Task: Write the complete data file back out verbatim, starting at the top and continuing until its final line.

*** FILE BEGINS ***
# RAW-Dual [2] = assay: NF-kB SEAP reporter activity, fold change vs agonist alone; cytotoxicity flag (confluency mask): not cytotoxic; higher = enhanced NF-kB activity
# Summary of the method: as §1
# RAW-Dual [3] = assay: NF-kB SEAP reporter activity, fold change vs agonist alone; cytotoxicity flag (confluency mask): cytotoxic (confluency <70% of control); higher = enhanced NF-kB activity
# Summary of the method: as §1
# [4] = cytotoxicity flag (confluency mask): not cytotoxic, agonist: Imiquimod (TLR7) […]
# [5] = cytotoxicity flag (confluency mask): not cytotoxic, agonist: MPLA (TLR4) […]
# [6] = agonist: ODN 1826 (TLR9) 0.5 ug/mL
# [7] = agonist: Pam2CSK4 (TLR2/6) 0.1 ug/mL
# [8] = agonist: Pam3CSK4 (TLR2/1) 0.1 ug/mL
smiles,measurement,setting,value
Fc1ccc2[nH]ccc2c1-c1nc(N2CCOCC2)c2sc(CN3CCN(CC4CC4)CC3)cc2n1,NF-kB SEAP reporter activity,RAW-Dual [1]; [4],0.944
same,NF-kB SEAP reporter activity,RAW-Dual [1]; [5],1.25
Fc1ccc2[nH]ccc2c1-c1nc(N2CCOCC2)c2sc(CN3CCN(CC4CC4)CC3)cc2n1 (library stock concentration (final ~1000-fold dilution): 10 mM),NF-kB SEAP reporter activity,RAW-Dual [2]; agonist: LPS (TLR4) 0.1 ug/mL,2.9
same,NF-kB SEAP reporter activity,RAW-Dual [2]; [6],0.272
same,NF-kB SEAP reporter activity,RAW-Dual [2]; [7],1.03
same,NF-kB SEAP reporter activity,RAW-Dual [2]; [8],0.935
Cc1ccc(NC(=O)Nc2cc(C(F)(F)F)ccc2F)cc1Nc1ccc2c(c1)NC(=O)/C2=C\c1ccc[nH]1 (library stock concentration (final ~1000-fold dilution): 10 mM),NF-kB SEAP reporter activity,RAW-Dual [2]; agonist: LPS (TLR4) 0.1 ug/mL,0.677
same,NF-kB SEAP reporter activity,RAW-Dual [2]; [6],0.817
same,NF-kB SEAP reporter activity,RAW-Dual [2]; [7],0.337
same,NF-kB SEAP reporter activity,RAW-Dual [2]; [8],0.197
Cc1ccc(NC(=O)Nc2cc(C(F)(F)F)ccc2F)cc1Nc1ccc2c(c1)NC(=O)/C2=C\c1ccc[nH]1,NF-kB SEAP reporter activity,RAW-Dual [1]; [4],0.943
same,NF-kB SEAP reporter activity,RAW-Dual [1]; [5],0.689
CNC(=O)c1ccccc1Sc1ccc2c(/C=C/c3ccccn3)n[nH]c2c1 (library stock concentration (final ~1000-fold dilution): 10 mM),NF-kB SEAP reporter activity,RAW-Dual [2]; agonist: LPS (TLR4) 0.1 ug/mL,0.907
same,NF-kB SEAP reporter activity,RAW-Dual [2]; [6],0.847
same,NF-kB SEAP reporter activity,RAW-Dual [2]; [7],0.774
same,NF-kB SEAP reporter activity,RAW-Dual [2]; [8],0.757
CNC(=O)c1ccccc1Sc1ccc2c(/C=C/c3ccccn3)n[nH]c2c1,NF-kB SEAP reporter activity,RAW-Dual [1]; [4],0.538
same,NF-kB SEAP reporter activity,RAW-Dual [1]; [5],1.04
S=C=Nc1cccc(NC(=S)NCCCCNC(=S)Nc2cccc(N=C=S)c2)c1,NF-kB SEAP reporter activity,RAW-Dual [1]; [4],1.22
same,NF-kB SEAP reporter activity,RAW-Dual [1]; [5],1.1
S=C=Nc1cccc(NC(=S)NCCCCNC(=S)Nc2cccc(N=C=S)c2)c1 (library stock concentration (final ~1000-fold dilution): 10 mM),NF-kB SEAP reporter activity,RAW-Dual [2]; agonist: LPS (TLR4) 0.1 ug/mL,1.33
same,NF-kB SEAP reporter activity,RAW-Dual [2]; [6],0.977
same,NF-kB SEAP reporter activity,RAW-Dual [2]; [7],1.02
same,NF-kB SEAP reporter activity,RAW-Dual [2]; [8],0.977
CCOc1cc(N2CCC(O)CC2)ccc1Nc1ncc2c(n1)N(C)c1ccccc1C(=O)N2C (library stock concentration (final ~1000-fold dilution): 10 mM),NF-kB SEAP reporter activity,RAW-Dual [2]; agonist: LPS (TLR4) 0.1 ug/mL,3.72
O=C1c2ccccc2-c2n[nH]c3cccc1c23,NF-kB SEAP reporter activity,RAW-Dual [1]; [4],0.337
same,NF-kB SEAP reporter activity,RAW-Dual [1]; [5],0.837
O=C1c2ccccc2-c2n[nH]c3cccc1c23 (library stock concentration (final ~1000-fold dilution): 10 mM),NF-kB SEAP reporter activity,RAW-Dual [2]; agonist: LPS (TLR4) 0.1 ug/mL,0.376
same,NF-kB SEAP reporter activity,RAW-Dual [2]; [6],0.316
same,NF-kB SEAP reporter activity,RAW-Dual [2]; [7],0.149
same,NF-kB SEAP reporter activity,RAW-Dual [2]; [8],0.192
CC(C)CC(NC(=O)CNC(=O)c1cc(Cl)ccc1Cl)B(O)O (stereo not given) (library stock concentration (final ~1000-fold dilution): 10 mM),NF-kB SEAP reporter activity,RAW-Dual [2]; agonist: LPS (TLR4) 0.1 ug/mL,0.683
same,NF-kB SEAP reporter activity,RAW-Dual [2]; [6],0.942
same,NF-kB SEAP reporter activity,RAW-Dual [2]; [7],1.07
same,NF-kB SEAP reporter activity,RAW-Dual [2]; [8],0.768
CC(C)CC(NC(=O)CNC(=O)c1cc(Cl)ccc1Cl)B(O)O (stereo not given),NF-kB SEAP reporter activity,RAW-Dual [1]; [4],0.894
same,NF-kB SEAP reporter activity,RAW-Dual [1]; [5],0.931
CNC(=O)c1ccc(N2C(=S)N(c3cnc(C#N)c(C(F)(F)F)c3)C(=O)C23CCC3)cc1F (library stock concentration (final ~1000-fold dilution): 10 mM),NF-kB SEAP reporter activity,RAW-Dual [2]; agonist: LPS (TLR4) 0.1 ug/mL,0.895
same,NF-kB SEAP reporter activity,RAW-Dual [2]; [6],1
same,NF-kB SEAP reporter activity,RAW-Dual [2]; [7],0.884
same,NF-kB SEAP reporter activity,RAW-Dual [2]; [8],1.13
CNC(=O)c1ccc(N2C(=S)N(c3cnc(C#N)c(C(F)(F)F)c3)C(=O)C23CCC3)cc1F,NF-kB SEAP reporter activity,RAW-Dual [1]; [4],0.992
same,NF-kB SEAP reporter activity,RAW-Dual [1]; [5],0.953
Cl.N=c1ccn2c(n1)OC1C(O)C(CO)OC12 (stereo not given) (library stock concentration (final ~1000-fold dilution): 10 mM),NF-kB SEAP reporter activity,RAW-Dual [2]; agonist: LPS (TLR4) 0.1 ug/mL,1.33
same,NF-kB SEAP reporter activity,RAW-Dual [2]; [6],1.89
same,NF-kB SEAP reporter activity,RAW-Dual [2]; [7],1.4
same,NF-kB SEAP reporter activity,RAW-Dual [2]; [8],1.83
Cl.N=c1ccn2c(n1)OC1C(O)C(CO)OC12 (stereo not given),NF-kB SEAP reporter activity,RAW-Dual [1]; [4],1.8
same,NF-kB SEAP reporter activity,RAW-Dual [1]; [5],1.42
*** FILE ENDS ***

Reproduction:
# RAW-Dual [2] = assay: NF-kB SEAP reporter activity, fold change vs agonist alone; cytotoxicity flag (confluency mask): not cytotoxic; higher = enhanced NF-kB activity
# Summary of the method: as §1
# RAW-Dual [3] = assay: NF-kB SEAP reporter activity, fold change vs agonist alone; cytotoxicity flag (confluency mask): cytotoxic (confluency <70% of control); higher = enhanced NF-kB activity
# Summary of the method: as §1
# [4] = cytotoxicity flag (confluency mask): not cytotoxic, agonist: Imiquimod (TLR7) […]
# [5] = cytotoxicity flag (confluency mask): not cytotoxic, agonist: MPLA (TLR4) […]
# [6] = agonist: ODN 1826 (TLR9) 0.5 ug/mL
# [7] = agonist: Pam2CSK4 (TLR2/6) 0.1 ug/mL
# [8] = agonist: Pam3CSK4 (TLR2/1) 0.1 ug/mL
smiles,measurement,setting,value
Fc1ccc2[nH]ccc2c1-c1nc(N2CCOCC2)c2sc(CN3CCN(CC4CC4)CC3)cc2n1,NF-kB SEAP reporter activity,RAW-Dual [1]; [4],0.944
same,NF-kB SEAP reporter activity,RAW-Dual [1]; [5],1.25
Fc1ccc2[nH]ccc2c1-c1nc(N2CCOCC2)c2sc(CN3CCN(CC4CC4)CC3)cc2n1 (library stock concentration (final ~1000-fold dilution): 10 mM),NF-kB SEAP reporter activity,RAW-Dual [2]; agonist: LPS (TLR4) 0.1 ug/mL,2.9
same,NF-kB SEAP reporter activity,RAW-Dual [2]; [6],0.272
same,NF-kB SEAP reporter activity,RAW-Dual [2]; [7],1.03
same,NF-kB SEAP reporter activity,RAW-Dual [2]; [8],0.935
Cc1ccc(NC(=O)Nc2cc(C(F)(F)F)ccc2F)cc1Nc1ccc2c(c1)NC(=O)/C2=C\c1ccc[nH]1 (library stock concentration (final ~1000-fold dilution): 10 mM),NF-kB SEAP reporter activity,RAW-Dual [2]; agonist: LPS (TLR4) 0.1 ug/mL,0.677
same,NF-kB SEAP reporter activity,RAW-Dual [2]; [6],0.817
same,NF-kB SEAP reporter activity,RAW-Dual [2]; [7],0.337
same,NF-kB SEAP reporter activity,RAW-Dual [2]; [8],0.197
Cc1ccc(NC(=O)Nc2cc(C(F)(F)F)ccc2F)cc1Nc1ccc2c(c1)NC(=O)/C2=C\c1ccc[nH]1,NF-kB SEAP reporter activity,RAW-Dual [1]; [4],0.943
same,NF-kB SEAP reporter activity,RAW-Dual [1]; [5],0.689
CNC(=O)c1ccccc1Sc1ccc2c(/C=C/c3ccccn3)n[nH]c2c1 (library stock concentration (final ~1000-fold dilution): 10 mM),NF-kB SEAP reporter activity,RAW-Dual [2]; agonist: LPS (TLR4) 0.1 ug/mL,0.907
same,NF-kB SEAP reporter activity,RAW-Dual [2]; [6],0.847
same,NF-kB SEAP reporter activity,RAW-Dual [2]; [7],0.774
same,NF-kB SEAP reporter activity,RAW-Dual [2]; [8],0.757
CNC(=O)c1ccccc1Sc1ccc2c(/C=C/c3ccccn3)n[nH]c2c1,NF-kB SEAP reporter activity,RAW-Dual [1]; [4],0.538
same,NF-kB SEAP reporter activity,RAW-Dual [1]; [5],1.04
S=C=Nc1cccc(NC(=S)NCCCCNC(=S)Nc2cccc(N=C=S)c2)c1,NF-kB SEAP reporter activity,RAW-Dual [1]; [4],1.22
same,NF-kB SEAP reporter activity,RAW-Dual [1]; [5],1.1
S=C=Nc1cccc(NC(=S)NCCCCNC(=S)Nc2cccc(N=C=S)c2)c1 (library stock concentration (final ~1000-fold dilution): 10 mM),NF-kB SEAP reporter activity,RAW-Dual [2]; agonist: LPS (TLR4) 0.1 ug/mL,1.33
same,NF-kB SEAP reporter activity,RAW-Dual [2]; [6],0.977
same,NF-kB SEAP reporter activity,RAW-Dual [2]; [7],1.02
same,NF-kB SEAP reporter activity,RAW-Dual [2]; [8],0.977
CCOc1cc(N2CCC(O)CC2)ccc1Nc1ncc2c(n1)N(C)c1ccccc1C(=O)N2C (library stock concentration (final ~1000-fold dilution): 10 mM),NF-kB SEAP reporter activity,RAW-Dual [2]; agonist: LPS (TLR4) 0.1 ug/mL,3.72
O=C1c2ccccc2-c2n[nH]c3cccc1c23,NF-kB SEAP reporter activity,RAW-Dual [1]; [4],0.337
same,NF-kB SEAP reporter activity,RAW-Dual [1]; [5],0.837
O=C1c2ccccc2-c2n[nH]c3cccc1c23 (library stock concentration (final ~1000-fold dilution): 10 mM),NF-kB SEAP reporter activity,RAW-Dual [2]; agonist: LPS (TLR4) 0.1 ug/mL,0.376
same,NF-kB SEAP reporter activity,RAW-Dual [2]; [6],0.316
same,NF-kB SEAP reporter activity,RAW-Dual [2]; [7],0.149
same,NF-kB SEAP reporter activity,RAW-Dual [2]; [8],0.192
CC(C)CC(NC(=O)CNC(=O)c1cc(Cl)ccc1Cl)B(O)O (stereo not given) (library stock concentration (final ~1000-fold dilution): 10 mM),NF-kB SEAP reporter activity,RAW-Dual [2]; agonist: LPS (TLR4) 0.1 ug/mL,0.683
same,NF-kB SEAP reporter activity,RAW-Dual [2]; [6],0.942
same,NF-kB SEAP reporter activity,RAW-Dual [2]; [7],1.07
same,NF-kB SEAP reporter activity,RAW-Dual [2]; [8],0.768
CC(C)CC(NC(=O)CNC(=O)c1cc(Cl)ccc1Cl)B(O)O (stereo not given),NF-kB SEAP reporter activity,RAW-Dual [1]; [4],0.894
same,NF-kB SEAP reporter activity,RAW-Dual [1]; [5],0.931
CNC(=O)c1ccc(N2C(=S)N(c3cnc(C#N)c(C(F)(F)F)c3)C(=O)C23CCC3)cc1F (library stock concentration (final ~1000-fold dilution): 10 mM),NF-kB SEAP reporter activity,RAW-Dual [2]; agonist: LPS (TLR4) 0.1 ug/mL,0.895
same,NF-kB SEAP reporter activity,RAW-Dual [2]; [6],1
same,NF-kB SEAP reporter activity,RAW-Dual [2]; [7],0.884
same,NF-kB SEAP reporter activity,RAW-Dual [2]; [8],1.13
CNC(=O)c1ccc(N2C(=S)N(c3cnc(C#N)c(C(F)(F)F)c3)C(=O)C23CCC3)cc1F,NF-kB SEAP reporter activity,RAW-Dual [1]; [4],0.992
same,NF-kB SEAP reporter activity,RAW-Dual [1]; [5],0.953
Cl.N=c1ccn2c(n1)OC1C(O)C(CO)OC12 (stereo not given) (library stock concentration (final ~1000-fold dilution): 10 mM),NF-kB SEAP reporter activity,RAW-Dual [2]; agonist: LPS (TLR4) 0.1 ug/mL,1.33
same,NF-kB SEAP reporter activity,RAW-Dual [2]; [6],1.89
same,NF-kB SEAP reporter activity,RAW-Dual [2]; [7],1.4
same,NF-kB SEAP reporter activity,RAW-Dual [2]; [8],1.83
Cl.N=c1ccn2c(n1)OC1C(O)C(CO)OC12 (stereo not given),NF-kB SEAP reporter activity,RAW-Dual [1]; [4],1.8
same,NF-kB SEAP reporter activity,RAW-Dual [1]; [5],1.42